Libreville: creating a time for debate and discussion


Libreville, 8 May 2009 - After preliminary consultations among his counterparts - the ministers in charge of forests of the Central African countries - Mr Emanuel BIZOT, Minister of Water, Forests, Fisheries and Hunting of the Central African Republic and incumbent president of the Commission des Forêts d'Afrique Centrale (central African forests commission – COMIFAC), called and chaired a consultative meeting of COMIFAC ministers on 8 May 2009 in Libreville, Republic of Gabon. The meeting was attended by Mr Emile DOUMBA, Minister of Forest Economy, Water, Fisheries and Aquaculture of the Republic of Gabon, Mr Henri DJOMBO, Minister of Forest Economy of the Republic of the Congo, Mr Jose ENDUNDO BONONGE, Minister of Environment, Nature Conservation and Tourism of the Democratic Republic of the Congo, and Mr Raymond MBITIKON, Executive Secretary of COMIFAC. Other COMIFAC member countries represented during the meeting were Burundi, Cameroon and Equatorial Guinea.  

Photo (Hans Schipulle) : from the left Raymond Mbitikon (SE COMIFAC), Henri Djombo (Republic of Congo), Emile Doumba (GAB), José Endundo (DRC), Fabien Mere (GAB)
docs/news/mai_juin2009/reunion_ministresCOMIFAC-Librevillemai2009.jpg

During the plenary session, the ministers and the COMIFAC Executive Secretary, in the presence of the national COMIFAC coordinators and numerous experts from the region, discussed two important subjects that affect most directly the subregion’s countries and forest sector:

(1) According to the COMIFAC president, the current international financial crisis and its impact on the forest sector is indeed reason for concern. The discussion leading to this conclusion was based on a research document analysing the economy  of the forestry and timber sector in the COMIFAC countries, which has been presented by Dr Richard Eba’a from FORAF, the African forests project. The ministers encouraged all the COMIFAC member countries to implement the measures already adopted by the Central African Economic and Monetary Community (CEMAC) and to evaluate their impact on the sector, with a view to ensuring more effective policy monitoring. They also launched an appeal to the international community for aid to lessen the impact of the crisis on logging companies in the subregion.

(2) The subject of the progress of international negotiations on the post-Kyoto climate regime was introduced by Etienne Massard, Director General of Environment and climate focal point for Gabon. Following discussion of the subject, the ministers agreed to become more involved at the policy level, alongside their colleagues responsible for the environment, with a view to providing useful policy guidelines to be followed by negotiators and increasing the weight of COMIFAC in the negotiations.

Institutional issues facing COMIFAC, such as the difficulties in putting the autonomous financing mechanism into operation, were discussed by the ministers during an in-camera session. This worrying problem is now jeopardising the operation of the Secretariat and regional partner institutions, as the majority of member countries have not yet followed up on the decisions adopted in this regard at the recent meetings of the COMIFAC Council of Ministers held in Bangui in September 2008 and in Brazzaville in October 2008, which established that outstanding dues must be paid immediately and that the autonomous financing mechanism, advocated by the Central African heads of state, must be put into operation.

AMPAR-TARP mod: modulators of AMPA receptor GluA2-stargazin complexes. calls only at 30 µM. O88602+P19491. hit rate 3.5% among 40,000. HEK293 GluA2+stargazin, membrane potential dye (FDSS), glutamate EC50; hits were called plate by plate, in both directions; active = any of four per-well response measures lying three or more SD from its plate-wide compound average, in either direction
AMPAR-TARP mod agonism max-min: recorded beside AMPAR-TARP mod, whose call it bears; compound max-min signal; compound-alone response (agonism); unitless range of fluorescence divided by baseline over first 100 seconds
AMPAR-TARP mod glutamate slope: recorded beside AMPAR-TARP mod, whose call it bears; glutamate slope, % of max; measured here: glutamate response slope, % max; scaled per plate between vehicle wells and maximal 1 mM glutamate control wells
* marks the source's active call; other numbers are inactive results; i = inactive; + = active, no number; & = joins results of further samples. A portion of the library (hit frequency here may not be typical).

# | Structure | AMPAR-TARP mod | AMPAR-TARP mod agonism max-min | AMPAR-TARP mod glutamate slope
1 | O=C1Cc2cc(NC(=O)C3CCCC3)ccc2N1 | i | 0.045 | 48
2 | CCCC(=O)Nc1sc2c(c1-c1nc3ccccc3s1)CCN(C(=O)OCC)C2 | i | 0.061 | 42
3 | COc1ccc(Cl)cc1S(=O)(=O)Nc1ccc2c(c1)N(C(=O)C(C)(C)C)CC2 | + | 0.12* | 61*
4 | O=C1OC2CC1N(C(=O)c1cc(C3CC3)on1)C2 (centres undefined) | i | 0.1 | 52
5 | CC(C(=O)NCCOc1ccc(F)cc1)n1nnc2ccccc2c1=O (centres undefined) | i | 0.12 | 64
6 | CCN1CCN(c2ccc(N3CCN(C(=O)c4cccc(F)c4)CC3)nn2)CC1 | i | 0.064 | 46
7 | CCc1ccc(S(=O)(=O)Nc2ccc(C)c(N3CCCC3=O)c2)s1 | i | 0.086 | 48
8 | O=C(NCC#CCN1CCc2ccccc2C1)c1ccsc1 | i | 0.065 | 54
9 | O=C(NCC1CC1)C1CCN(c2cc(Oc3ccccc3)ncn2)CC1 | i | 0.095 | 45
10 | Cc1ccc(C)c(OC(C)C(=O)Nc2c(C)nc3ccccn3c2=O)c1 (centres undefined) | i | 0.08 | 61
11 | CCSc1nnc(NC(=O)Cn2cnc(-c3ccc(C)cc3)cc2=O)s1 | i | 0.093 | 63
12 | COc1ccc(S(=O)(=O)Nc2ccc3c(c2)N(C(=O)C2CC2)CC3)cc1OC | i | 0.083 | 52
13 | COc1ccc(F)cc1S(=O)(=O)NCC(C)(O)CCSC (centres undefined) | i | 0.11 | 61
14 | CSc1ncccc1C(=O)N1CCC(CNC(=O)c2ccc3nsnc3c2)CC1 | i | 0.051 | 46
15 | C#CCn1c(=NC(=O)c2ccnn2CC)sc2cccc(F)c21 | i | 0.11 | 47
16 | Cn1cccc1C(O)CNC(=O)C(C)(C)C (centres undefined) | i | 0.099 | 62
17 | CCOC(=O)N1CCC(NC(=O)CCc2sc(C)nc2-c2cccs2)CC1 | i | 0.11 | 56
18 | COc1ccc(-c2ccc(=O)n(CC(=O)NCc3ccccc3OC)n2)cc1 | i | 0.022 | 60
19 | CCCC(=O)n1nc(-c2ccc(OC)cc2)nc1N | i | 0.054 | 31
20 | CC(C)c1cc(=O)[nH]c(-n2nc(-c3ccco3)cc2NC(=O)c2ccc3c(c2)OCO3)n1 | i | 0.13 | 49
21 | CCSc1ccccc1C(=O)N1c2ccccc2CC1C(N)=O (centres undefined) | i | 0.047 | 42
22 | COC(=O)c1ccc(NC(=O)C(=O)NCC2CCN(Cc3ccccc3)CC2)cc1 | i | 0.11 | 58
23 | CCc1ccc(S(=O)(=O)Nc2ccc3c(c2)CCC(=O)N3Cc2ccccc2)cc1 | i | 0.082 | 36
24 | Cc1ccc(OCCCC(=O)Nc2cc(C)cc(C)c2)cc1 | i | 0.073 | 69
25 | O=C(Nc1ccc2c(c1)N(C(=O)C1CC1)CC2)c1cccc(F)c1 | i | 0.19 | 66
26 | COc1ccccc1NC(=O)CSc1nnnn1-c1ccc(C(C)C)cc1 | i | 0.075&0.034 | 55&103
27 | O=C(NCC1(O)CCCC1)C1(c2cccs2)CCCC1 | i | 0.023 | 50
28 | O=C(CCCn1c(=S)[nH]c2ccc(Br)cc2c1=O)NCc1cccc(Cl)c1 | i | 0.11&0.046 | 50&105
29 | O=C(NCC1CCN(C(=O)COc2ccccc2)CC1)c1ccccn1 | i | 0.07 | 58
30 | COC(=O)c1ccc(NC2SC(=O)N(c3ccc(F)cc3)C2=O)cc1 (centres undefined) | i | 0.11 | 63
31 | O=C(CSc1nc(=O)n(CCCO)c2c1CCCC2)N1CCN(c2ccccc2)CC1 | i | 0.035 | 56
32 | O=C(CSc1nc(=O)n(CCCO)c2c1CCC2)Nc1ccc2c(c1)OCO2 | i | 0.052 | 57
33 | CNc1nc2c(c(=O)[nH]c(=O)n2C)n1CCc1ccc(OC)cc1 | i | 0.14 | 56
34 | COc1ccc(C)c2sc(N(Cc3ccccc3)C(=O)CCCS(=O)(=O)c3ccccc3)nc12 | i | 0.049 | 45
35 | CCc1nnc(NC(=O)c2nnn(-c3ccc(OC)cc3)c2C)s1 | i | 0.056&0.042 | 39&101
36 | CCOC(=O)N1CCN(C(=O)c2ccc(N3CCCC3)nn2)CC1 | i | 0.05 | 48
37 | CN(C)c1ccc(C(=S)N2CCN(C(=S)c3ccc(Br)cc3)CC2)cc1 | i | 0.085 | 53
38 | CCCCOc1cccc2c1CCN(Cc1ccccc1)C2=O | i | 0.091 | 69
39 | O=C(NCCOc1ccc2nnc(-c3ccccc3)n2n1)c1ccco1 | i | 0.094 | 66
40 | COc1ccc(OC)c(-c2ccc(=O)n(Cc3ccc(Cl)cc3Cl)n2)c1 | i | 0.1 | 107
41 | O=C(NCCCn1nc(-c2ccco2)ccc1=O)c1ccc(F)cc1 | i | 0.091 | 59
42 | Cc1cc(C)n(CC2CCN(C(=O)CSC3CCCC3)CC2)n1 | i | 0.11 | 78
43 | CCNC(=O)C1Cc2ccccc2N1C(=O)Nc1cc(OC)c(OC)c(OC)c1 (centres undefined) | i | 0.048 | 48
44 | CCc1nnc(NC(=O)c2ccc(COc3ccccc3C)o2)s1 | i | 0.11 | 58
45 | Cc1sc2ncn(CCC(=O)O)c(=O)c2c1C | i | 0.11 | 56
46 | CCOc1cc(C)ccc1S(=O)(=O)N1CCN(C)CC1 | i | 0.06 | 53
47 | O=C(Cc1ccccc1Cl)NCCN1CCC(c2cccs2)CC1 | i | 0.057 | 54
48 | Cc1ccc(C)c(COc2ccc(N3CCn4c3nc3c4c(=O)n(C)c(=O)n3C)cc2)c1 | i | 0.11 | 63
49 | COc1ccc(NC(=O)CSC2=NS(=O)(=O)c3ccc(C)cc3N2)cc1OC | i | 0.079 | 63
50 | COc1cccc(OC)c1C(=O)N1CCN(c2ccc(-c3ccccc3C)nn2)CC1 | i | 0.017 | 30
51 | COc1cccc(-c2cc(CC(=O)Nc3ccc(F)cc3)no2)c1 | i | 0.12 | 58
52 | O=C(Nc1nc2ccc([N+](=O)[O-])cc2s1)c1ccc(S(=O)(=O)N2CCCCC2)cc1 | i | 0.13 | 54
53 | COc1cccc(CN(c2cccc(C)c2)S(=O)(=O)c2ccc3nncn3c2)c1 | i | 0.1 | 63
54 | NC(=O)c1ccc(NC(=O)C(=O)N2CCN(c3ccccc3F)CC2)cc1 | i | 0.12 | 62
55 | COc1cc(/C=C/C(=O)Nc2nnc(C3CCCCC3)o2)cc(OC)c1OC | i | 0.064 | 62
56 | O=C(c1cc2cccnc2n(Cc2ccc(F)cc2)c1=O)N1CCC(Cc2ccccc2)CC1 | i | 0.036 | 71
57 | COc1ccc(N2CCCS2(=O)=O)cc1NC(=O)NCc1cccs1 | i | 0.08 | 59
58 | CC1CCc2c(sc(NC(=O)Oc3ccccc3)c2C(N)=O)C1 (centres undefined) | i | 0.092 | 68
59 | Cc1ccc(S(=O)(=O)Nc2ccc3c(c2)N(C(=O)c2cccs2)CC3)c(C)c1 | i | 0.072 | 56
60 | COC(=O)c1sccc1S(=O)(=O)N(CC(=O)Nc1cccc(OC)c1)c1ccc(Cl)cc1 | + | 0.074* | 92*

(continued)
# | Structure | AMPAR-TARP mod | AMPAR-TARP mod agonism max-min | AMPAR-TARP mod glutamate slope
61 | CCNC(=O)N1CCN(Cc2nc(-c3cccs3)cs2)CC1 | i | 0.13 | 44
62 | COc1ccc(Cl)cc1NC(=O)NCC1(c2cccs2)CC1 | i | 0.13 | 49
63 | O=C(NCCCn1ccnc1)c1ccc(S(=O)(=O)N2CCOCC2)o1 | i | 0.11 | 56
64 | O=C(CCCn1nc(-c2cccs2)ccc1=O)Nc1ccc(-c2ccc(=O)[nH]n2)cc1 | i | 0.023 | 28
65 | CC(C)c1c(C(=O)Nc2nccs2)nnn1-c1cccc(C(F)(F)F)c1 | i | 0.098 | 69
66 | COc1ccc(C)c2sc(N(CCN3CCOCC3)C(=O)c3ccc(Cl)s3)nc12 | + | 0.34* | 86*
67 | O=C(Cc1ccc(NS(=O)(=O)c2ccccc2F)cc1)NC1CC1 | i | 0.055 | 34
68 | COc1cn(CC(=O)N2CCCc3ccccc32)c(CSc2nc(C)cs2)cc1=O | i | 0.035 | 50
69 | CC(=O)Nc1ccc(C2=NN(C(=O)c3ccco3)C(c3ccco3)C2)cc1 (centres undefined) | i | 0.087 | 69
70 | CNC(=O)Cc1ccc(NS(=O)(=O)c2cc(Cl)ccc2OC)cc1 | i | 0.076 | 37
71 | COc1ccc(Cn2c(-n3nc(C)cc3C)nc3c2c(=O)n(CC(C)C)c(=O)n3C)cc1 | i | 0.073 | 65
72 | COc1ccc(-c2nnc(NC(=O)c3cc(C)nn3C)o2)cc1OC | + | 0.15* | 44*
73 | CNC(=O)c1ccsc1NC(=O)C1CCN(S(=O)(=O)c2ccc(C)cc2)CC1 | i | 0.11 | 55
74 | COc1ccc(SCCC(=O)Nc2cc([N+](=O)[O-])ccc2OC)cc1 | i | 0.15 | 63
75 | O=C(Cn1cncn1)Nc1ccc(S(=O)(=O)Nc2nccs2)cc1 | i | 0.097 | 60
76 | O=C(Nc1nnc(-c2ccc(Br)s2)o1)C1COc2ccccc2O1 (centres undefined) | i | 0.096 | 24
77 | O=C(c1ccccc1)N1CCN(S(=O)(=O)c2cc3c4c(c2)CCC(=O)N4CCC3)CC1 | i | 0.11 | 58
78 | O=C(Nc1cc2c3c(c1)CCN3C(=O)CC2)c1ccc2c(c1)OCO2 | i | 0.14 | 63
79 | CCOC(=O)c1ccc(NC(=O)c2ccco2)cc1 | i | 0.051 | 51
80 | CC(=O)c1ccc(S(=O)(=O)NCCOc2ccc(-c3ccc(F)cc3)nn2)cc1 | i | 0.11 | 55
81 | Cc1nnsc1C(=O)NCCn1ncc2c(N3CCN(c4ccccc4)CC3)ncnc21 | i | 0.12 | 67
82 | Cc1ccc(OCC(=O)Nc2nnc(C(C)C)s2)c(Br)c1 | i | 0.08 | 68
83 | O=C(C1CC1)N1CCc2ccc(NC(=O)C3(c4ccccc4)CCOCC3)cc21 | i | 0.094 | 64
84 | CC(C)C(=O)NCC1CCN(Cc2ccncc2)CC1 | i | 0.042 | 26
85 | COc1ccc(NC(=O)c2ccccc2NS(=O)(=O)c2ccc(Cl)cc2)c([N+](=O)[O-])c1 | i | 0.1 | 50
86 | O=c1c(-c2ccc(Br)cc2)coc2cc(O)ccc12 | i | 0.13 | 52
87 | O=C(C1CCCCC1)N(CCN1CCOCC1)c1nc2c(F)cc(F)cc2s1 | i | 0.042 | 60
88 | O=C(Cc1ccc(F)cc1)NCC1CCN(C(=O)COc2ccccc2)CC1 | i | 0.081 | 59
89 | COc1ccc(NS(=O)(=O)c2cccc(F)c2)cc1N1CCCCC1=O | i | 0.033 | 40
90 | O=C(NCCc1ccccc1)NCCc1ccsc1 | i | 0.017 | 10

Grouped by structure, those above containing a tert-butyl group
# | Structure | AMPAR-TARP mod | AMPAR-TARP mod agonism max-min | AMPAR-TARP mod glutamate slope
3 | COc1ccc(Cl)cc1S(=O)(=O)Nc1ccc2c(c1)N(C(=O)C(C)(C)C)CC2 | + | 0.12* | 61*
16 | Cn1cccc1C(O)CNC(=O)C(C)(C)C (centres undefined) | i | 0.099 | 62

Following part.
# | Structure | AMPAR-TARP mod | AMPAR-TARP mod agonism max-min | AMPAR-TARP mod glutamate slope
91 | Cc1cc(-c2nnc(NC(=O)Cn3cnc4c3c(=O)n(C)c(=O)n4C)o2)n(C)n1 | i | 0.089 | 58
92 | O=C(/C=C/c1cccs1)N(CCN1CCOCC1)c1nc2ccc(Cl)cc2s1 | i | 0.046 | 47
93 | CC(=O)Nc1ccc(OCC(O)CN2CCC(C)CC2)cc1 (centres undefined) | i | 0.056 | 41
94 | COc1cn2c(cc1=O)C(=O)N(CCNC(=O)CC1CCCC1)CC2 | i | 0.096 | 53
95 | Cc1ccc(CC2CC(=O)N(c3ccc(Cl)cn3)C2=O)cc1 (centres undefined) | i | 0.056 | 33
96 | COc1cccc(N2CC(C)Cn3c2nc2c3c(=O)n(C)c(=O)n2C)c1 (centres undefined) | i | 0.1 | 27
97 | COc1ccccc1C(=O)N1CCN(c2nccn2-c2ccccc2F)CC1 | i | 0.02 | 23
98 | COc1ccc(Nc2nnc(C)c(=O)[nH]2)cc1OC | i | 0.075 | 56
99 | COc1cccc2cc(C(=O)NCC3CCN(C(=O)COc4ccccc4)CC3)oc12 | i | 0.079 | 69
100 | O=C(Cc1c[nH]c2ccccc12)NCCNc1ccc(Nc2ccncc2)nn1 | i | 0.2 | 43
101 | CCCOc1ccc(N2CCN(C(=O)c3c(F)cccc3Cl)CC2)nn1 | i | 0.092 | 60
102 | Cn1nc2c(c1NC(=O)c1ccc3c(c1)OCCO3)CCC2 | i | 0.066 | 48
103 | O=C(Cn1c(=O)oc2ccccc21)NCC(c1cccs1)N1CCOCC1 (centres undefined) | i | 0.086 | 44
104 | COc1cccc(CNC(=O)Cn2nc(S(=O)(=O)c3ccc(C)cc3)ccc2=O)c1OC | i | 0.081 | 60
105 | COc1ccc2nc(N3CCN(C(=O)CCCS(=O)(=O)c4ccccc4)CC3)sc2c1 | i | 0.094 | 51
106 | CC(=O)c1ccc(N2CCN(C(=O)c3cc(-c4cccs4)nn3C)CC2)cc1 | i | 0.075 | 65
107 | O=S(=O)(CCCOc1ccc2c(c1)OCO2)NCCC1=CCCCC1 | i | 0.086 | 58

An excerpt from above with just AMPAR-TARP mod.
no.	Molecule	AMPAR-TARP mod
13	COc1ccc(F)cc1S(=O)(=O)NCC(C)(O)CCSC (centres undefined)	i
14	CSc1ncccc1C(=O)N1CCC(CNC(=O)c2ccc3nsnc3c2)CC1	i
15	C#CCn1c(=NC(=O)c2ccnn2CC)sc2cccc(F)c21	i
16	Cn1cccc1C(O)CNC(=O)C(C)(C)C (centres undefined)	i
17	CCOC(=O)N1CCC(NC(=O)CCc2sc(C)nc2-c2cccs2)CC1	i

It should be noted that during the opening session of this meeting of COMIFAC ministers, Mr Hans Schipulle, the Congo Basin Forest Partnership (CBFP) facilitator, had already called attention to the question of the autonomous financing mechanism and the expectations of the international community for COMIFAC, a regional forest policy coordinating body, unique in the world. He also reconfirmed the willingness of the partners to continue providing support to the subregion to implement the Yaoundé Declaration. However, the success of these joint efforts and the influence of the region in the context of international post-Kyoto Protocol negotiations will largely depend on the functionality and credibility of COMIFAC. One of the indicators of COMIFAC’s credibility will be the political will of the member countries to ensure that COMIFAC receives the funding it requires to carry out its work.

In their final conclusions, following an illuminating address by the representative of the Economic Community of Central African States (ECCAS), the ministers invited the president-in-office to engage in talks with the General Secretary of ECCAS in order to establish the terms and conditions of COMIFAC funding, which would then be submitted for decision at the next ECCAS Conference of Heads of State and Government. This will ensure that ECCAS is able to provide sufficient funding to finance the operation of COMIFAC and its partner institutions. Until a final decision has been adopted by the heads of state on this subject, the ministers have called on member states to pay outstanding dues and instructed the Executive Secretariat to withhold a percentage of project funding in order to cover management and administration costs.

After recording the proposal of the Democratic Republic of the Congo to organise events to celebrate the tenth anniversary of the Yaoundé Declaration in 2010 in Kinshasa, the ministers brought the meeting to a close, agreeing to meet again as often as required to address problems relating to the conservation and sustainable management of forests in the Congo basin.

COMIFAC official communiqué presenting the meeting's conclusions (in French)
Opening speech of COMIFAC's incumbent President, Emanuel Bizo (CAR)
 

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